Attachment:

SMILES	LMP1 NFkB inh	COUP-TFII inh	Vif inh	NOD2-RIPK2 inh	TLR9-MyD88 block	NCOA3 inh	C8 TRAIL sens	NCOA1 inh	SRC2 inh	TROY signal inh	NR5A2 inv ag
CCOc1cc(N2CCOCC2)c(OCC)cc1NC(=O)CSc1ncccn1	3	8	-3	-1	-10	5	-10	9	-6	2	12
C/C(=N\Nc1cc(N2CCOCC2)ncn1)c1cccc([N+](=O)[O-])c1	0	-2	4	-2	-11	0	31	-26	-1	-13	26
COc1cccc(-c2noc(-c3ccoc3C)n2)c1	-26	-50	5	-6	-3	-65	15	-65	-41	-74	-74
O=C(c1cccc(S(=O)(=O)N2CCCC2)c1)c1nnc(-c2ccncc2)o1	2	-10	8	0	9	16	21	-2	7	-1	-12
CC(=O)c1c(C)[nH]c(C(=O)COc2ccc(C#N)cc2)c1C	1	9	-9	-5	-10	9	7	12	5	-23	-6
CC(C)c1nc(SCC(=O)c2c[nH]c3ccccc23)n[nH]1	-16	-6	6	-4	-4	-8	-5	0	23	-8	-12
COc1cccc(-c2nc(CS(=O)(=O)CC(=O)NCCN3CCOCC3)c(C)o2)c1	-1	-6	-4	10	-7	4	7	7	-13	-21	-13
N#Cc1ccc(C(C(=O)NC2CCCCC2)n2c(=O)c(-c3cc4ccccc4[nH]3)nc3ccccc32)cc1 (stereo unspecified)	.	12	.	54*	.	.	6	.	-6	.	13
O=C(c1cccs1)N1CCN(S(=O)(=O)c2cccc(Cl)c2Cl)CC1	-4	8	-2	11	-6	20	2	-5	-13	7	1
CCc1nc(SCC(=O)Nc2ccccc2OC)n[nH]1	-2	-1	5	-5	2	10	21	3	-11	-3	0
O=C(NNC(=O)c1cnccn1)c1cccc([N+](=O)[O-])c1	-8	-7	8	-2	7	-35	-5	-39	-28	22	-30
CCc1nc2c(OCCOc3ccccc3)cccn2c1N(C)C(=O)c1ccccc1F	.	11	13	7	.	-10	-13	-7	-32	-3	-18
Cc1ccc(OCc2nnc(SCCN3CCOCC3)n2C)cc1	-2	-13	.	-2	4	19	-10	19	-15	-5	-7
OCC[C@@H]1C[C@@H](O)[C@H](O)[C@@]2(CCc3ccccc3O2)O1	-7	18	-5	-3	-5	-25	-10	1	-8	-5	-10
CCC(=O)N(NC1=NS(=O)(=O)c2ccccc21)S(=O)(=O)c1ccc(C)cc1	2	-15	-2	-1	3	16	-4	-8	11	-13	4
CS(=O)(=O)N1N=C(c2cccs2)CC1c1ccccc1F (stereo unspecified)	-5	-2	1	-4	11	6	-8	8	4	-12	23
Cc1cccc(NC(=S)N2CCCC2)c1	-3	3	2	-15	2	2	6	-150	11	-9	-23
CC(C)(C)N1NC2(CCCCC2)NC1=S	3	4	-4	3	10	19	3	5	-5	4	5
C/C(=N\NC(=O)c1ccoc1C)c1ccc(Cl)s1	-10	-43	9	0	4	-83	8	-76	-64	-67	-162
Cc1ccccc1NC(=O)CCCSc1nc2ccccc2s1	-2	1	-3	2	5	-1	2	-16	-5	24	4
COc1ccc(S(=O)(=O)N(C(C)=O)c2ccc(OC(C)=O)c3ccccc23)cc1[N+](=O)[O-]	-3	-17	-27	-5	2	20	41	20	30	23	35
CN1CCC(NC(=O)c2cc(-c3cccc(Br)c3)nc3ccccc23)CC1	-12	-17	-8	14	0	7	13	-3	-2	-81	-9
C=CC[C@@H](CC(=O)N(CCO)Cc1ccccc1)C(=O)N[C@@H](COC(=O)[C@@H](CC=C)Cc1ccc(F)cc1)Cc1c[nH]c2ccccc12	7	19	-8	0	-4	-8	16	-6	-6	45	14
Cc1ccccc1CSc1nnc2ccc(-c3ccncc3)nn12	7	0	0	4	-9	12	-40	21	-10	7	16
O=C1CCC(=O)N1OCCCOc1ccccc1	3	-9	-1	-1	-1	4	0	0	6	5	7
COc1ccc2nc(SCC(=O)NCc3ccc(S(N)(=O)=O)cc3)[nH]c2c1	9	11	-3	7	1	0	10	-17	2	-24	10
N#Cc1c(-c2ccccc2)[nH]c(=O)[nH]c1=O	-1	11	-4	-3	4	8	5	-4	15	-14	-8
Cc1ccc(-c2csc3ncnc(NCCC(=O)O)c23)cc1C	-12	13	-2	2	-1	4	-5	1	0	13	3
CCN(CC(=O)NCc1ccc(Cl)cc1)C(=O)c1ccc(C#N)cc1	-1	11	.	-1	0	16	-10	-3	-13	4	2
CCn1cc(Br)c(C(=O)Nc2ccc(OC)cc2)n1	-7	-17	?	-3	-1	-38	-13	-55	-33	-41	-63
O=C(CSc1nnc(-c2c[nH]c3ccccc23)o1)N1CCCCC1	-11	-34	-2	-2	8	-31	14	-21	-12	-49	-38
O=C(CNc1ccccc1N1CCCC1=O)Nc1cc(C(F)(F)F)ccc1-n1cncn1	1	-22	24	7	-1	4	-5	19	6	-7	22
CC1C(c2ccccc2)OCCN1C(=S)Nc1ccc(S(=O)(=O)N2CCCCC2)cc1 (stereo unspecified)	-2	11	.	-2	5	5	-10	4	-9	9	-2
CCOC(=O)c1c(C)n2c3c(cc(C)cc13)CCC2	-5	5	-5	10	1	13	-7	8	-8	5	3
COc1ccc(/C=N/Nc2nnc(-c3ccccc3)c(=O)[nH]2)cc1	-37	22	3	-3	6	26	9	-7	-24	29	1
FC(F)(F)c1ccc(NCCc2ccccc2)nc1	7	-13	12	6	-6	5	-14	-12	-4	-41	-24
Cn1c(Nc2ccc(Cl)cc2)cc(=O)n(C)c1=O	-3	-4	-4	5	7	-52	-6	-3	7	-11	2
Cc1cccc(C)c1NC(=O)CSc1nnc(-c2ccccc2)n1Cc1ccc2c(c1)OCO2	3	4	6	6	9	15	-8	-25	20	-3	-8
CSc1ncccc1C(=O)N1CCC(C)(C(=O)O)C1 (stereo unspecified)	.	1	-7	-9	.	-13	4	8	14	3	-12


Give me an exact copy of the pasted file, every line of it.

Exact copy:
SMILES	LMP1 NFkB inh	COUP-TFII inh	Vif inh	NOD2-RIPK2 inh	TLR9-MyD88 block	NCOA3 inh	C8 TRAIL sens	NCOA1 inh	SRC2 inh	TROY signal inh	NR5A2 inv ag
CCOc1cc(N2CCOCC2)c(OCC)cc1NC(=O)CSc1ncccn1	3	8	-3	-1	-10	5	-10	9	-6	2	12
C/C(=N\Nc1cc(N2CCOCC2)ncn1)c1cccc([N+](=O)[O-])c1	0	-2	4	-2	-11	0	31	-26	-1	-13	26
COc1cccc(-c2noc(-c3ccoc3C)n2)c1	-26	-50	5	-6	-3	-65	15	-65	-41	-74	-74
O=C(c1cccc(S(=O)(=O)N2CCCC2)c1)c1nnc(-c2ccncc2)o1	2	-10	8	0	9	16	21	-2	7	-1	-12
CC(=O)c1c(C)[nH]c(C(=O)COc2ccc(C#N)cc2)c1C	1	9	-9	-5	-10	9	7	12	5	-23	-6
CC(C)c1nc(SCC(=O)c2c[nH]c3ccccc23)n[nH]1	-16	-6	6	-4	-4	-8	-5	0	23	-8	-12
COc1cccc(-c2nc(CS(=O)(=O)CC(=O)NCCN3CCOCC3)c(C)o2)c1	-1	-6	-4	10	-7	4	7	7	-13	-21	-13
N#Cc1ccc(C(C(=O)NC2CCCCC2)n2c(=O)c(-c3cc4ccccc4[nH]3)nc3ccccc32)cc1 (stereo unspecified)	.	12	.	54*	.	.	6	.	-6	.	13
O=C(c1cccs1)N1CCN(S(=O)(=O)c2cccc(Cl)c2Cl)CC1	-4	8	-2	11	-6	20	2	-5	-13	7	1
CCc1nc(SCC(=O)Nc2ccccc2OC)n[nH]1	-2	-1	5	-5	2	10	21	3	-11	-3	0
O=C(NNC(=O)c1cnccn1)c1cccc([N+](=O)[O-])c1	-8	-7	8	-2	7	-35	-5	-39	-28	22	-30
CCc1nc2c(OCCOc3ccccc3)cccn2c1N(C)C(=O)c1ccccc1F	.	11	13	7	.	-10	-13	-7	-32	-3	-18
Cc1ccc(OCc2nnc(SCCN3CCOCC3)n2C)cc1	-2	-13	.	-2	4	19	-10	19	-15	-5	-7
OCC[C@@H]1C[C@@H](O)[C@H](O)[C@@]2(CCc3ccccc3O2)O1	-7	18	-5	-3	-5	-25	-10	1	-8	-5	-10
CCC(=O)N(NC1=NS(=O)(=O)c2ccccc21)S(=O)(=O)c1ccc(C)cc1	2	-15	-2	-1	3	16	-4	-8	11	-13	4
CS(=O)(=O)N1N=C(c2cccs2)CC1c1ccccc1F (stereo unspecified)	-5	-2	1	-4	11	6	-8	8	4	-12	23
Cc1cccc(NC(=S)N2CCCC2)c1	-3	3	2	-15	2	2	6	-150	11	-9	-23
CC(C)(C)N1NC2(CCCCC2)NC1=S	3	4	-4	3	10	19	3	5	-5	4	5
C/C(=N\NC(=O)c1ccoc1C)c1ccc(Cl)s1	-10	-43	9	0	4	-83	8	-76	-64	-67	-162
Cc1ccccc1NC(=O)CCCSc1nc2ccccc2s1	-2	1	-3	2	5	-1	2	-16	-5	24	4
COc1ccc(S(=O)(=O)N(C(C)=O)c2ccc(OC(C)=O)c3ccccc23)cc1[N+](=O)[O-]	-3	-17	-27	-5	2	20	41	20	30	23	35
CN1CCC(NC(=O)c2cc(-c3cccc(Br)c3)nc3ccccc23)CC1	-12	-17	-8	14	0	7	13	-3	-2	-81	-9
C=CC[C@@H](CC(=O)N(CCO)Cc1ccccc1)C(=O)N[C@@H](COC(=O)[C@@H](CC=C)Cc1ccc(F)cc1)Cc1c[nH]c2ccccc12	7	19	-8	0	-4	-8	16	-6	-6	45	14
Cc1ccccc1CSc1nnc2ccc(-c3ccncc3)nn12	7	0	0	4	-9	12	-40	21	-10	7	16
O=C1CCC(=O)N1OCCCOc1ccccc1	3	-9	-1	-1	-1	4	0	0	6	5	7
COc1ccc2nc(SCC(=O)NCc3ccc(S(N)(=O)=O)cc3)[nH]c2c1	9	11	-3	7	1	0	10	-17	2	-24	10
N#Cc1c(-c2ccccc2)[nH]c(=O)[nH]c1=O	-1	11	-4	-3	4	8	5	-4	15	-14	-8
Cc1ccc(-c2csc3ncnc(NCCC(=O)O)c23)cc1C	-12	13	-2	2	-1	4	-5	1	0	13	3
CCN(CC(=O)NCc1ccc(Cl)cc1)C(=O)c1ccc(C#N)cc1	-1	11	.	-1	0	16	-10	-3	-13	4	2
CCn1cc(Br)c(C(=O)Nc2ccc(OC)cc2)n1	-7	-17	?	-3	-1	-38	-13	-55	-33	-41	-63
O=C(CSc1nnc(-c2c[nH]c3ccccc23)o1)N1CCCCC1	-11	-34	-2	-2	8	-31	14	-21	-12	-49	-38
O=C(CNc1ccccc1N1CCCC1=O)Nc1cc(C(F)(F)F)ccc1-n1cncn1	1	-22	24	7	-1	4	-5	19	6	-7	22
CC1C(c2ccccc2)OCCN1C(=S)Nc1ccc(S(=O)(=O)N2CCCCC2)cc1 (stereo unspecified)	-2	11	.	-2	5	5	-10	4	-9	9	-2
CCOC(=O)c1c(C)n2c3c(cc(C)cc13)CCC2	-5	5	-5	10	1	13	-7	8	-8	5	3
COc1ccc(/C=N/Nc2nnc(-c3ccccc3)c(=O)[nH]2)cc1	-37	22	3	-3	6	26	9	-7	-24	29	1
FC(F)(F)c1ccc(NCCc2ccccc2)nc1	7	-13	12	6	-6	5	-14	-12	-4	-41	-24
Cn1c(Nc2ccc(Cl)cc2)cc(=O)n(C)c1=O	-3	-4	-4	5	7	-52	-6	-3	7	-11	2
Cc1cccc(C)c1NC(=O)CSc1nnc(-c2ccccc2)n1Cc1ccc2c(c1)OCO2	3	4	6	6	9	15	-8	-25	20	-3	-8
CSc1ncccc1C(=O)N1CCC(C)(C(=O)O)C1 (stereo unspecified)	.	1	-7	-9	.	-13	4	8	14	3	-12